Congress dangerously wields its oversight power in Russia probe

Congress dangerously wields its oversight power in Russia probe
© Greg Nash

The authority of Congress to investigate and conduct oversight is an essential part of our constitutional separation of powers. It is far reaching, but it has its limits. It must be done in conjunction with a legislative purpose, and it cannot engage in or seek to influence the prosecutorial process. That is fundamental to our government.

Only the executive branch has the constitutional authority to prosecute. Congress can, when it comes across what it thinks is criminal activity, refer a matter to the Justice Department for possible prosecution, but its role and authority stops there. Should it seek to try to influence the discretionary authority of the executive branch in a prosecutorial matter, the third branch of government, the judiciary, could throw out the prosecution based on political influence.

House Republicans are now seeking “documents about the conduct of law enforcement officials involved in the Russia probe” according to the Washington Post, while the investigation is ongoing. That assault by House Republicans on the Justice Department in the name of congressional oversight is simply wrong and jeopardizes the foundational elements of our three-branch system of government.

I was involved in congressional investigations requiring access to documents from the executive branch for 36 years. In some cases those documents were readily forthcoming. In others, there was resistance and sometimes a genuine contest over access. Congress makes its claim as to why the documents it seeks are necessary to its legislative responsibility.

The executive branch makes its claim as to why it is critical to the internal operations of its offices, usually the necessity of the candid and free flow of ideas to the president, to maintain confidentiality. Sometimes those disputes end up in court with a judge deciding who is right. But Congress has always avoided seeking documents from ongoing criminal investigations. That was my experience, and that’s the way it should be. That is a bright red line that should not be crossed.

How dangerous is the assault by House Republicans on the special counsel investigation by Robert MuellerRobert (Bob) MuellerCNN's Toobin warns McCabe is in 'perilous condition' with emboldened Trump CNN anchor rips Trump over Stone while evoking Clinton-Lynch tarmac meeting The Hill's 12:30 Report: New Hampshire fallout MORE? In terms of the operation of our system of government, it is very dangerous indeed. There is an ongoing investigation into Russian influence in the 2016 election. While Donald Trump is apparently not a target, his campaign and some of his top campaign officials are. This is a criminal investigation in which President TrumpDonald John TrumpCDC updates website to remove dosage guidance on drug touted by Trump Trump says he'd like economy to reopen 'with a big bang' but acknowledges it may be limited Graham backs Trump, vows no money for WHO in next funding bill MORE has a deep and personal interest.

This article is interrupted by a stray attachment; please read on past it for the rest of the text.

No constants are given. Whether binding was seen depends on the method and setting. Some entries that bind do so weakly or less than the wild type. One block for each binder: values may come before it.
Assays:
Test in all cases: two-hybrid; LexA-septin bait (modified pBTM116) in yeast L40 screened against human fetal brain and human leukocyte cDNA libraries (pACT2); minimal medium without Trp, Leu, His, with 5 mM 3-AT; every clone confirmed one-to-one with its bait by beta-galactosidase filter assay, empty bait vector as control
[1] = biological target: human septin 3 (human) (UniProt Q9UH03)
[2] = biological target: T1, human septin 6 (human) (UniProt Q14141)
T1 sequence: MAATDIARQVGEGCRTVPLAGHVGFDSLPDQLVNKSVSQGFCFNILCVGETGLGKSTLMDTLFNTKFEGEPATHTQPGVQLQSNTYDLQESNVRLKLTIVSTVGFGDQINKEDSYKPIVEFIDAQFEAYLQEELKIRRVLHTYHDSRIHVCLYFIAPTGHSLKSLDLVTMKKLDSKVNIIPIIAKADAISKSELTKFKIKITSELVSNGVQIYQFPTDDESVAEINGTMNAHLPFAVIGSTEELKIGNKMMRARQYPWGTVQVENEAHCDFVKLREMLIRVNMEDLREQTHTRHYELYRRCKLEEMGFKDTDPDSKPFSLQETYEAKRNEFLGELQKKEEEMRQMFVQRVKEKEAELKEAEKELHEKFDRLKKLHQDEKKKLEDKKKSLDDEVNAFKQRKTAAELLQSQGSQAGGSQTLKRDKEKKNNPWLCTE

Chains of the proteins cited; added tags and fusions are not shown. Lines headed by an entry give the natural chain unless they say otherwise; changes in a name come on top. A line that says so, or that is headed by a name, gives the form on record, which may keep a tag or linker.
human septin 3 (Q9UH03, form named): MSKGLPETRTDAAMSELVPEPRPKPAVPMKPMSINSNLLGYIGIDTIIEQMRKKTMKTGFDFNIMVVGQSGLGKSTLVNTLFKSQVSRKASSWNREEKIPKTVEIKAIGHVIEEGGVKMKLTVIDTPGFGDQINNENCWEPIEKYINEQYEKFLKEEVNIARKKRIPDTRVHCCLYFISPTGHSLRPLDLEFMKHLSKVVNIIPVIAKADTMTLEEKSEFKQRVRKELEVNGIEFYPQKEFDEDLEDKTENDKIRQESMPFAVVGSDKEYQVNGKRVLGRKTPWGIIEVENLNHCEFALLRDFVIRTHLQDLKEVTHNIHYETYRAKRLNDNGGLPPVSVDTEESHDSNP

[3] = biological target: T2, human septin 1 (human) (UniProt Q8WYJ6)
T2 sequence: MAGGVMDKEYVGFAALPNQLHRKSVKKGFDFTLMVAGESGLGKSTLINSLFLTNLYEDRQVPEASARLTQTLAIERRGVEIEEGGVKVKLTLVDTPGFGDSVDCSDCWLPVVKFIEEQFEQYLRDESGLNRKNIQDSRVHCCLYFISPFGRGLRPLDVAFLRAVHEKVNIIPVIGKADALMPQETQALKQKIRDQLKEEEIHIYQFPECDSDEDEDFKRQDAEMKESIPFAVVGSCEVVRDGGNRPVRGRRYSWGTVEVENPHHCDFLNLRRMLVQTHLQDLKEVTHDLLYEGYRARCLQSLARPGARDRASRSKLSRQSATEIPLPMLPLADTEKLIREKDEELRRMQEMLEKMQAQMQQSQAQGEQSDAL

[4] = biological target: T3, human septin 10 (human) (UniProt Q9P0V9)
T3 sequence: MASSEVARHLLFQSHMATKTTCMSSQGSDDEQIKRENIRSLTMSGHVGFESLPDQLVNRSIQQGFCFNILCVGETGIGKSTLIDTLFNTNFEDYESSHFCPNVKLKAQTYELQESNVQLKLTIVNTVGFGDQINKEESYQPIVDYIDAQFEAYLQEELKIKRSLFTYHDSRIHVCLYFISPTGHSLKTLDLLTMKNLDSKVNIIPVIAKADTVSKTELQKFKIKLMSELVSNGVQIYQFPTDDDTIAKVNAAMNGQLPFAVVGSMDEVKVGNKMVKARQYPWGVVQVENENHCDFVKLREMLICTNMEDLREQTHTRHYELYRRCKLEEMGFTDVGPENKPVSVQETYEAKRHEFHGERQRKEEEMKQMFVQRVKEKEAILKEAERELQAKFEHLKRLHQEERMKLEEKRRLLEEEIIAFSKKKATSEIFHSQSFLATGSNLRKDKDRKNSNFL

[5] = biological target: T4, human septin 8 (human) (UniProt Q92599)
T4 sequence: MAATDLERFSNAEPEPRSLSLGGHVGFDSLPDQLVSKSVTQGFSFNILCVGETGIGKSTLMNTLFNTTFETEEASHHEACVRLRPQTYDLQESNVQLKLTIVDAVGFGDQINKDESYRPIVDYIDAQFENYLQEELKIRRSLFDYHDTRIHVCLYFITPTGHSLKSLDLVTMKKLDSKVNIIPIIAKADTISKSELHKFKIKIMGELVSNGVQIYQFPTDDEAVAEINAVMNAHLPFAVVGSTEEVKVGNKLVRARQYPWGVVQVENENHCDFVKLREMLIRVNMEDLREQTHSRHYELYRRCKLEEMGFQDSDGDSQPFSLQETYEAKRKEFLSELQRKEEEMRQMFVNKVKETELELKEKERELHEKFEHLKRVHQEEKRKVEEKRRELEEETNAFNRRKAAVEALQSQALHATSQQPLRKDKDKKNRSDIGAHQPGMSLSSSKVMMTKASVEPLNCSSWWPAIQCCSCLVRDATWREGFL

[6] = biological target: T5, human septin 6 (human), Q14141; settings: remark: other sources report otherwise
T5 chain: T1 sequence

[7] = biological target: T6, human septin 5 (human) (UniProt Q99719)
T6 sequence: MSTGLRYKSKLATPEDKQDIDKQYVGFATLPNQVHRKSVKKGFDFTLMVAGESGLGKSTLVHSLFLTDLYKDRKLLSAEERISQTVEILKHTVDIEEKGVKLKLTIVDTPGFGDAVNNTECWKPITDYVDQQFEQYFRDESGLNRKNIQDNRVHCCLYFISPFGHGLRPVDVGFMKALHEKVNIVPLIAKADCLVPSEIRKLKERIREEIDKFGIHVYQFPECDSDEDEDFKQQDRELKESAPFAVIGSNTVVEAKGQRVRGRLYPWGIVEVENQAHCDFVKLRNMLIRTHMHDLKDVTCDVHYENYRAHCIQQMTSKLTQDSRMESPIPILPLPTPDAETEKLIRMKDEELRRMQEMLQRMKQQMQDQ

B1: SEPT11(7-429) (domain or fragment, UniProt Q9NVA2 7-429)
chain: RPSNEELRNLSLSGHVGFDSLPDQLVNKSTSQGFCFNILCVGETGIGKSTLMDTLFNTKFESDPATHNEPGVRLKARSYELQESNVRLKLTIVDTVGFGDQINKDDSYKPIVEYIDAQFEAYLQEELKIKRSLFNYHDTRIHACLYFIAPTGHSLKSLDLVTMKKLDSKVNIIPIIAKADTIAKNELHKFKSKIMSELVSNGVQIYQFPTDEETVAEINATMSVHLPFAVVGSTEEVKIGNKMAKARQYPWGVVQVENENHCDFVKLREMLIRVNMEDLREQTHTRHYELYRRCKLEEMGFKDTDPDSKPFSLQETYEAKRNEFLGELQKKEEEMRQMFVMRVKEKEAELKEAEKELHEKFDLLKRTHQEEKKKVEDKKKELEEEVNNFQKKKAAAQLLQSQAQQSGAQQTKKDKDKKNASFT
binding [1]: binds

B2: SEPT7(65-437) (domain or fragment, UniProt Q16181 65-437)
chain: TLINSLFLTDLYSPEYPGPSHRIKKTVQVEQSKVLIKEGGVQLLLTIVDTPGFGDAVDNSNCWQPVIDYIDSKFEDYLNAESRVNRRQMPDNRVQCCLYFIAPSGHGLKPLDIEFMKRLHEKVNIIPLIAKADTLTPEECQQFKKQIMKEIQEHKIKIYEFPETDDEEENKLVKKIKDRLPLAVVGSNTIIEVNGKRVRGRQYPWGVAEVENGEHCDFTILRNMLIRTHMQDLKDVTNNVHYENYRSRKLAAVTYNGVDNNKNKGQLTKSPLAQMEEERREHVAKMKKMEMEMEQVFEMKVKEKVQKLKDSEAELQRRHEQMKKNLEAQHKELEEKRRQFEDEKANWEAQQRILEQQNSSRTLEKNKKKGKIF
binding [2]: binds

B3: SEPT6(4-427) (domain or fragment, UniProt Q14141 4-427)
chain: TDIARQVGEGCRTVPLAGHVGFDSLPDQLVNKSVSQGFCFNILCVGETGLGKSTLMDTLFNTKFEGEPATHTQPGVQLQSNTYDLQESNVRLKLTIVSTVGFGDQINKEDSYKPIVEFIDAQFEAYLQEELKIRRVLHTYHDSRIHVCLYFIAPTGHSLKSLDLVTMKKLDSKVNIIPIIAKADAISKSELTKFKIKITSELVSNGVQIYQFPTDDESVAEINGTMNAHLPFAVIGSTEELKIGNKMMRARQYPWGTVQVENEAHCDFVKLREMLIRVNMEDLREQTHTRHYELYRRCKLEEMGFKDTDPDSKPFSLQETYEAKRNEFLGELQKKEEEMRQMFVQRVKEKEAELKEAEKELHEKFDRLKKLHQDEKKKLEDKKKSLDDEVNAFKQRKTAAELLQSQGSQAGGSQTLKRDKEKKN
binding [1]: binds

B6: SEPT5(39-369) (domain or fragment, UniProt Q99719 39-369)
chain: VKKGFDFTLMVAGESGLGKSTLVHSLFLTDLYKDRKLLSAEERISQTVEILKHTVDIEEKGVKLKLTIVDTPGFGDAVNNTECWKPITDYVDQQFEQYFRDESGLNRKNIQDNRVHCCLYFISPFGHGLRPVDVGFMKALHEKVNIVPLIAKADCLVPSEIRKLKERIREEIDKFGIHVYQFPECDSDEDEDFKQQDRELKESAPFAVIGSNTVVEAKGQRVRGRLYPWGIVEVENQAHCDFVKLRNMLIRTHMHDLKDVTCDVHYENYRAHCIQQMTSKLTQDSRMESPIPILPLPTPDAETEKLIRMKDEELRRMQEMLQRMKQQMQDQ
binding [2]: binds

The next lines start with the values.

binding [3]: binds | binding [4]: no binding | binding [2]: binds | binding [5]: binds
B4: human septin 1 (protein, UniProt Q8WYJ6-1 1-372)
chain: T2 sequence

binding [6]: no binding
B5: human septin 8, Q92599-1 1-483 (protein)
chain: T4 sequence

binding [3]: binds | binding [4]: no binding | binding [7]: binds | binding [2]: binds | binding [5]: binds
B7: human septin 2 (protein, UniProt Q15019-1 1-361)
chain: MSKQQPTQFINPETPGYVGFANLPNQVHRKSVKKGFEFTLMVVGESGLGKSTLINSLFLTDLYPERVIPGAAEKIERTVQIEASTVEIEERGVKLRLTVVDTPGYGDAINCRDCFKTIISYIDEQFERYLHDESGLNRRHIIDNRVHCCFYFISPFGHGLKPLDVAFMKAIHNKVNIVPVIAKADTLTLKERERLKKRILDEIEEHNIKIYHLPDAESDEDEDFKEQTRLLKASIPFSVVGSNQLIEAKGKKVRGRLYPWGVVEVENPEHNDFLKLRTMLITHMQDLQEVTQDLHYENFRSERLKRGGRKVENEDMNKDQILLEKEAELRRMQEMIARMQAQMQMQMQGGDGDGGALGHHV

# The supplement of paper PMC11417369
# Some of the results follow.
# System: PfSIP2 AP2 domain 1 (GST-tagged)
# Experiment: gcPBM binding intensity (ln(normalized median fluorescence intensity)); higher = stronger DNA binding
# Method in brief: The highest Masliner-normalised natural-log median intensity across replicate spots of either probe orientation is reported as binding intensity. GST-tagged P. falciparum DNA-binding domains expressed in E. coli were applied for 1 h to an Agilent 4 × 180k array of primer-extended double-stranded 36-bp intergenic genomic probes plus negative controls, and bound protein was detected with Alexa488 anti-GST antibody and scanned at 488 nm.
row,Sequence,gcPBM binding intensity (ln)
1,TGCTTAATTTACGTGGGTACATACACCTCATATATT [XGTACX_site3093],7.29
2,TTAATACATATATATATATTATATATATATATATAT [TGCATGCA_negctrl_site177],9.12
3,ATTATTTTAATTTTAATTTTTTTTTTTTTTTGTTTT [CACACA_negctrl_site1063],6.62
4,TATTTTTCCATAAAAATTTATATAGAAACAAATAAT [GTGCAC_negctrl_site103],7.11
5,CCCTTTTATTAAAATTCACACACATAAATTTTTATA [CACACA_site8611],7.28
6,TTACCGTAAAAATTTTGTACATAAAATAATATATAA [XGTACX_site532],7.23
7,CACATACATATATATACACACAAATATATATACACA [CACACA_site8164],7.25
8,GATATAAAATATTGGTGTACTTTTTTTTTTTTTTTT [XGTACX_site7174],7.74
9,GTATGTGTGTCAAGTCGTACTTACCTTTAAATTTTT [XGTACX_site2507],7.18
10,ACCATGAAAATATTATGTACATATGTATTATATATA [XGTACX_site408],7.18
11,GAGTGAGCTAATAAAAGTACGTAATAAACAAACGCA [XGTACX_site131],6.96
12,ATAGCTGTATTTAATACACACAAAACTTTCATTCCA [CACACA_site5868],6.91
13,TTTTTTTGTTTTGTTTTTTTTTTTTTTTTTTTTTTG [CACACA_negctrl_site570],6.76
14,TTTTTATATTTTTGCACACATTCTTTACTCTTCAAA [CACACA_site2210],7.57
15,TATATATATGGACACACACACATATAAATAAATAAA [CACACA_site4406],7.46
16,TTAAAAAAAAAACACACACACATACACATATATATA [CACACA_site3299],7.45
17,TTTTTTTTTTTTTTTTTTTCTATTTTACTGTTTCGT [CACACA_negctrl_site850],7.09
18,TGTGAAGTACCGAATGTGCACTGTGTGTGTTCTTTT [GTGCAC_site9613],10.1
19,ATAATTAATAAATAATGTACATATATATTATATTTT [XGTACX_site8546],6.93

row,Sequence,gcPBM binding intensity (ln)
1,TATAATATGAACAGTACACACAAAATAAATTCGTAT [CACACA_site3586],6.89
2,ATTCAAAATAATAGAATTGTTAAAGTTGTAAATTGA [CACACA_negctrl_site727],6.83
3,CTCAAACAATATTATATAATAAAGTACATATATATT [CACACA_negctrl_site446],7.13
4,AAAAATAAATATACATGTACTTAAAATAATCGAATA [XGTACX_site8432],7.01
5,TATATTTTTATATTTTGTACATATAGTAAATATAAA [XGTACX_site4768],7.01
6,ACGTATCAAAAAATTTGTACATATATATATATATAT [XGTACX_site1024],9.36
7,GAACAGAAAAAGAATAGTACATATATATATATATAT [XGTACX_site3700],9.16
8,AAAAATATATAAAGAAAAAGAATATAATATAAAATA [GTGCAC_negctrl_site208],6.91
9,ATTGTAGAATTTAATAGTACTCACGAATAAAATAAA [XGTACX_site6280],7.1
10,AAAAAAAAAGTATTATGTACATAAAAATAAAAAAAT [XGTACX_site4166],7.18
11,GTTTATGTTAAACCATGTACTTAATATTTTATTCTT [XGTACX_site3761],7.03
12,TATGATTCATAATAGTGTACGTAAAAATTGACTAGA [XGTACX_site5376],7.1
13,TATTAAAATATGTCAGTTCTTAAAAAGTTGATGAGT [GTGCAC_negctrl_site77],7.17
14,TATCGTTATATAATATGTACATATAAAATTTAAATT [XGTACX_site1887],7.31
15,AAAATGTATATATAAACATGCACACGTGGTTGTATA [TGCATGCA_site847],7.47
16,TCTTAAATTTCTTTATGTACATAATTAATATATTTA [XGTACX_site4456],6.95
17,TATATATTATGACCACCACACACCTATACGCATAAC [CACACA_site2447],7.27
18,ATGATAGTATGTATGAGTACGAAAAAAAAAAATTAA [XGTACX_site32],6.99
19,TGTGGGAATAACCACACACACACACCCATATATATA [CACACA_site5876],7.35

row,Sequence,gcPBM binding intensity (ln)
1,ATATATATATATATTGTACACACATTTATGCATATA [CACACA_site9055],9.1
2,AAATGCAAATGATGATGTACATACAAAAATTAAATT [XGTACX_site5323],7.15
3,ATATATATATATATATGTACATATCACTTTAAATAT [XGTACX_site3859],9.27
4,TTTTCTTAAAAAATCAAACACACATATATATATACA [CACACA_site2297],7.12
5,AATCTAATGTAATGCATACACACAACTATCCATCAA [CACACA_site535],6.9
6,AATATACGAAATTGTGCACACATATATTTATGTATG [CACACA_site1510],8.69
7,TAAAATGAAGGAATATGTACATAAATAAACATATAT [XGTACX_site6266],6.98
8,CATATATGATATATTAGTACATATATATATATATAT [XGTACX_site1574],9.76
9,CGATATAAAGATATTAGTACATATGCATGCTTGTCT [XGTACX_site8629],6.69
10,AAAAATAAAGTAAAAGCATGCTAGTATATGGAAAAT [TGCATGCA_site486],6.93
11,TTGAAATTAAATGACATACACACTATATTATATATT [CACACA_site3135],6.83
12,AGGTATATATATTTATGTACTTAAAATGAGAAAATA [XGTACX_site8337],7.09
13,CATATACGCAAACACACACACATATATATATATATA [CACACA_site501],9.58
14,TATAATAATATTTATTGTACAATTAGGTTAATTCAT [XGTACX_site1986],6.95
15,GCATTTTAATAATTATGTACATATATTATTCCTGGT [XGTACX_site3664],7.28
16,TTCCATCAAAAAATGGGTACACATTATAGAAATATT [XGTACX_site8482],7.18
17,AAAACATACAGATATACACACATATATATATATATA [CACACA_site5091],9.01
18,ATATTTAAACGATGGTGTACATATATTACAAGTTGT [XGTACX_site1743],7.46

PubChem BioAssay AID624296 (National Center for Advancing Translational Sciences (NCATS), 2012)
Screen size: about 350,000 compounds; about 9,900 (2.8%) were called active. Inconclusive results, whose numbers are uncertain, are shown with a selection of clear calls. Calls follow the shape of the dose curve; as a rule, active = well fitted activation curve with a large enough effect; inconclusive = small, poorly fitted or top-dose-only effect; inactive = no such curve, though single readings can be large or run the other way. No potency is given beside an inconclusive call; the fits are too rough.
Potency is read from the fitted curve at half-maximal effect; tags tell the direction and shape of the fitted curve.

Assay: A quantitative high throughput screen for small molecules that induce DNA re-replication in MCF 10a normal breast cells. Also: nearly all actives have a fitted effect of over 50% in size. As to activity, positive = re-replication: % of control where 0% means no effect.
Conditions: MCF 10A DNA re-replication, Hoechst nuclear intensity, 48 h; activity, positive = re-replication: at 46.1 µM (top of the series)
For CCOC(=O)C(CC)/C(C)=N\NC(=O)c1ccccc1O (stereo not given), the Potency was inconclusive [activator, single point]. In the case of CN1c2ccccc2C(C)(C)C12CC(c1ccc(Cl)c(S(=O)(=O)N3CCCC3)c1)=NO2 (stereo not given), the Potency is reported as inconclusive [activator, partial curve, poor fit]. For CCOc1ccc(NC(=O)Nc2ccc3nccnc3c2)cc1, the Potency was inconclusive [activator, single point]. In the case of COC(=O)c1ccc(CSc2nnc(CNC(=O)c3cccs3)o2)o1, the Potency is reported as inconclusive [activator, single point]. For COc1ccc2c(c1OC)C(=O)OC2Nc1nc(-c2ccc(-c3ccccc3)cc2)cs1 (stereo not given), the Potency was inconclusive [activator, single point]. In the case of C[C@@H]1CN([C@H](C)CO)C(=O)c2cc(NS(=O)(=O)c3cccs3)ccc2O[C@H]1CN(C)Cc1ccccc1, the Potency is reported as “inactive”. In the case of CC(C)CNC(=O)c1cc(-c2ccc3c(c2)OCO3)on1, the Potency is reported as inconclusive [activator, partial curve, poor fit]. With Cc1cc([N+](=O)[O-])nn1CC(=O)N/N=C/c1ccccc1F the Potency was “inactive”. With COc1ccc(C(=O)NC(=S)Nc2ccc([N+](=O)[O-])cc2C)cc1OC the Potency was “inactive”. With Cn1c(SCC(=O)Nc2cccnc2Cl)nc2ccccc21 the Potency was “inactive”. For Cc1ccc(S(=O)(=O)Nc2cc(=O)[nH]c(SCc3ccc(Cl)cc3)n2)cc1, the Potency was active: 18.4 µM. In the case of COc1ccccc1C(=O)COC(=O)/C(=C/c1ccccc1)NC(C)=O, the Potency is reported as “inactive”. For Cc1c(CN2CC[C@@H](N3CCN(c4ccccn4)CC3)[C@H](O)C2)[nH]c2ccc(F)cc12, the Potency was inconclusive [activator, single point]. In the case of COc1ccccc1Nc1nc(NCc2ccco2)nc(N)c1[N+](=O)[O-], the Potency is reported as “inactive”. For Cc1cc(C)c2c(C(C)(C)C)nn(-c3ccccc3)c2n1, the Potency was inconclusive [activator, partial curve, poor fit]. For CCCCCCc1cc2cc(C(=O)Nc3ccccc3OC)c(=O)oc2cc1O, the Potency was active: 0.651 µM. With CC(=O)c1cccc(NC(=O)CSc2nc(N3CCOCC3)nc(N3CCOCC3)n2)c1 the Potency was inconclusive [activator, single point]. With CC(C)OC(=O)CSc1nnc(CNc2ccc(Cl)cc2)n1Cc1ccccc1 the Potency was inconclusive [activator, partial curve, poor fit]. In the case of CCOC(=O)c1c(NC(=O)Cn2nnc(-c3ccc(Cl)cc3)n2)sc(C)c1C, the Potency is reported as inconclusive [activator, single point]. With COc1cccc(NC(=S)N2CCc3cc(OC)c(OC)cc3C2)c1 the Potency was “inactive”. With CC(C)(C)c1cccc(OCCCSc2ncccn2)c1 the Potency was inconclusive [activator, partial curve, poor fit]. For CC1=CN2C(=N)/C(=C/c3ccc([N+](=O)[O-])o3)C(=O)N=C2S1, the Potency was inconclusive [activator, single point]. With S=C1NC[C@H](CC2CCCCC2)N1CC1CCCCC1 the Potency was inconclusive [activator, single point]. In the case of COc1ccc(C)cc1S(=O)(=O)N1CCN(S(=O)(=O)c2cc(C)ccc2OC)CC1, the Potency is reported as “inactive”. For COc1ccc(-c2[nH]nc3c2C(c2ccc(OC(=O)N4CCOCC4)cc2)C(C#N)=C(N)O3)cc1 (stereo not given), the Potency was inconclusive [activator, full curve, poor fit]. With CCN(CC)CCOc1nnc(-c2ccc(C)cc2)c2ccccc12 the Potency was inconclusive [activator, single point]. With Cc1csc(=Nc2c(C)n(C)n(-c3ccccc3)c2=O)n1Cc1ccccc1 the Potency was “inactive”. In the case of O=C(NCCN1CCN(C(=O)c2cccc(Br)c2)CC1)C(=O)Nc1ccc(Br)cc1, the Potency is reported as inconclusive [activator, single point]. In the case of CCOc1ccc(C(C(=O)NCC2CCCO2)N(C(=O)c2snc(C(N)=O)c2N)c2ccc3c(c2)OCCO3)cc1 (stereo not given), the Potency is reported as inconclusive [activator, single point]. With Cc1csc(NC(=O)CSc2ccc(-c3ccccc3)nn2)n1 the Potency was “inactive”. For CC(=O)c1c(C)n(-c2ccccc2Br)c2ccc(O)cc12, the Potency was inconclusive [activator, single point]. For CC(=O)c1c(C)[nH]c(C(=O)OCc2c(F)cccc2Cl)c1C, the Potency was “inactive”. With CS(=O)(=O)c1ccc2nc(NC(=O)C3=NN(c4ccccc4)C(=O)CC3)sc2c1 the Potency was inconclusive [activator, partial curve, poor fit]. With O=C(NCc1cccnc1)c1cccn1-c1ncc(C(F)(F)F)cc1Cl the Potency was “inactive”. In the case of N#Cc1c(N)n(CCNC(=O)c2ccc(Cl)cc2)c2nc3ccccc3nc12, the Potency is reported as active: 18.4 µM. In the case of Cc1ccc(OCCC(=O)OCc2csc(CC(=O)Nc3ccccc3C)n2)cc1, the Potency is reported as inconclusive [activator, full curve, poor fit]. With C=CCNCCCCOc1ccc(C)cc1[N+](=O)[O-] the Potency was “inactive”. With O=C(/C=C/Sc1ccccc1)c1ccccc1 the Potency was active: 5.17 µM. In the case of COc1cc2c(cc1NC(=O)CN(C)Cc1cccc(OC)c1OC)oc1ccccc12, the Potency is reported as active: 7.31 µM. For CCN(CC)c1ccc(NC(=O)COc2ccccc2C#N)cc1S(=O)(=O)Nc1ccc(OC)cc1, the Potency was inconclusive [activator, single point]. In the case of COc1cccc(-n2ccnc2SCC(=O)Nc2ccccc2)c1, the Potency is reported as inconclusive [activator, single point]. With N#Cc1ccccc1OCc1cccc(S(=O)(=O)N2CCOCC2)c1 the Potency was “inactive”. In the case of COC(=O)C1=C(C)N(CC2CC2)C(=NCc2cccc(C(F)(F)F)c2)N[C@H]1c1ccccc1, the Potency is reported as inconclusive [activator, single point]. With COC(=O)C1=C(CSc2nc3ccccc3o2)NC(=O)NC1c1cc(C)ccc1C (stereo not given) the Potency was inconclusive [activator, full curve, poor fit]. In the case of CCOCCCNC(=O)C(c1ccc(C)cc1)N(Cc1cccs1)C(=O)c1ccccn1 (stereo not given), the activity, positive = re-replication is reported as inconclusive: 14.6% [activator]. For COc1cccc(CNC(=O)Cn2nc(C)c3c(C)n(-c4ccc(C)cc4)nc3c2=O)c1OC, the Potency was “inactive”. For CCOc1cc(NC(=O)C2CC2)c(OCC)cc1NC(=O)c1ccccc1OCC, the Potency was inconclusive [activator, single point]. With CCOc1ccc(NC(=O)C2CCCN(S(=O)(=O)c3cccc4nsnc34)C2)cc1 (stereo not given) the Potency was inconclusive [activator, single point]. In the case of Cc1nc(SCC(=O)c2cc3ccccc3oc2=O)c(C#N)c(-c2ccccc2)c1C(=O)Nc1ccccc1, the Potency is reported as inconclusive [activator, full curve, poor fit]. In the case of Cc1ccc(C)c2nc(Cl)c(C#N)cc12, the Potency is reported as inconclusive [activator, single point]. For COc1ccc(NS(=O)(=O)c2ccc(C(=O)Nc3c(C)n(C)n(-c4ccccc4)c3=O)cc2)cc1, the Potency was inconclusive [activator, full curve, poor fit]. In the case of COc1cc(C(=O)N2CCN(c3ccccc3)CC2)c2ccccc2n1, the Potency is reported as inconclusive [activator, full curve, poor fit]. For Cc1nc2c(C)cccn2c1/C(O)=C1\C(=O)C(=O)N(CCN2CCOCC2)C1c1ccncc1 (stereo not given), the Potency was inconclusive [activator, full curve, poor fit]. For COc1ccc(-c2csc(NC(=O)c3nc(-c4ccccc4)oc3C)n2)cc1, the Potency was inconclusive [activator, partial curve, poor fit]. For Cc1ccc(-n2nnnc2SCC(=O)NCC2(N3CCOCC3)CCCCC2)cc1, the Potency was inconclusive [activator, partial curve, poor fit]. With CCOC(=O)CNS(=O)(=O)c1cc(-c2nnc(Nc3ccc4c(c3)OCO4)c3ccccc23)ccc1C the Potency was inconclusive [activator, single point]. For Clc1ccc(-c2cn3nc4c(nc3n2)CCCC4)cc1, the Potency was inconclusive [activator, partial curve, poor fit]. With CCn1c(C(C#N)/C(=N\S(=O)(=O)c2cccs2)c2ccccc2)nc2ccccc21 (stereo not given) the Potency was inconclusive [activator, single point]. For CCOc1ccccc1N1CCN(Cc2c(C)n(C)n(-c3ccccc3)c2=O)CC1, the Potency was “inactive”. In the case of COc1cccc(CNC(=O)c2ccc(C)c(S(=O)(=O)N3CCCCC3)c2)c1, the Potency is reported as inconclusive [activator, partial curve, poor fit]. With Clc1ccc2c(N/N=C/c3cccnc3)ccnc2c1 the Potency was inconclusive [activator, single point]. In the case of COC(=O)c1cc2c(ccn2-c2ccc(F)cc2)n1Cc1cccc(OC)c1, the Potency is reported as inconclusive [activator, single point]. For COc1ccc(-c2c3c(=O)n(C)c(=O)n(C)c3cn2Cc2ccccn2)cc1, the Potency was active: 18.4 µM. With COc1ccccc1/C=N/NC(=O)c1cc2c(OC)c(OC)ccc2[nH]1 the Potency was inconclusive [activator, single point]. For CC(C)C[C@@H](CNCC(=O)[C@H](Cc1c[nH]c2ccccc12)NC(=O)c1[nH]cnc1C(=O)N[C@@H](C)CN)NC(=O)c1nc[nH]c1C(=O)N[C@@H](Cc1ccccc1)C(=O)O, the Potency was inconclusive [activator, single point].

If Congress hounds the Justice Department, and particularly Deputy Attorney Rod RosensteinRod RosensteinFull appeals court to rehear case over McGahn subpoena Graham starts closed-door depositions in FISA probe Attorney General Barr is in a mess — and has no one to blame but himself MORE in this case, to the point that in protecting longstanding and fundamental policy, Rosenstein feels obligated to refuse to cooperate in the face of possible contempt, then our nation will have a constitutional crisis of significant proportion.

What saved the country during Watergate, when we were faced with a belligerent and, as it turned out, criminal president in Richard Nixon, was the counterforce of a strong, bipartisan Congress committed to getting the facts. We all remember how President Nixon and his administration denied any knowledge of the Watergate break-in and claimed it was politically motivated, not dissimilar from what we are experiencing now.

Denigrating and working to end the probe into the Russian involvement in our election before it concludes upends values we cherish of due process and equality under the law. Were the president and House Republicans to succeed in quashing the Mueller investigation, it would result in the impunity from the operation of law that the best dictators achieve.

I have both fought for and experienced the power of congressional oversight. It is an essential tool in our constitutional system. But it must be wielded lawfully. It must never be used as a tool to interfere with a criminal investigation whether of an ordinary citizen or someone in high office. A strong and bipartisan Congress with backbone, fully committed to fairness and the facts, is essential to our democracy.

Carl LevinCarl Milton LevinSenator Tom Coburn's government oversight legacy The Trumpification of the federal courts Global health is the last bastion of bipartisan foreign policy MORE served as a U.S. senator from Michigan in Congress for 36 years. He served as both chairman and ranking member on the Senate Armed Services Committee and on the Senate Permanent Subcommittee on Investigations. He conducted bipartisan investigations in both capacities.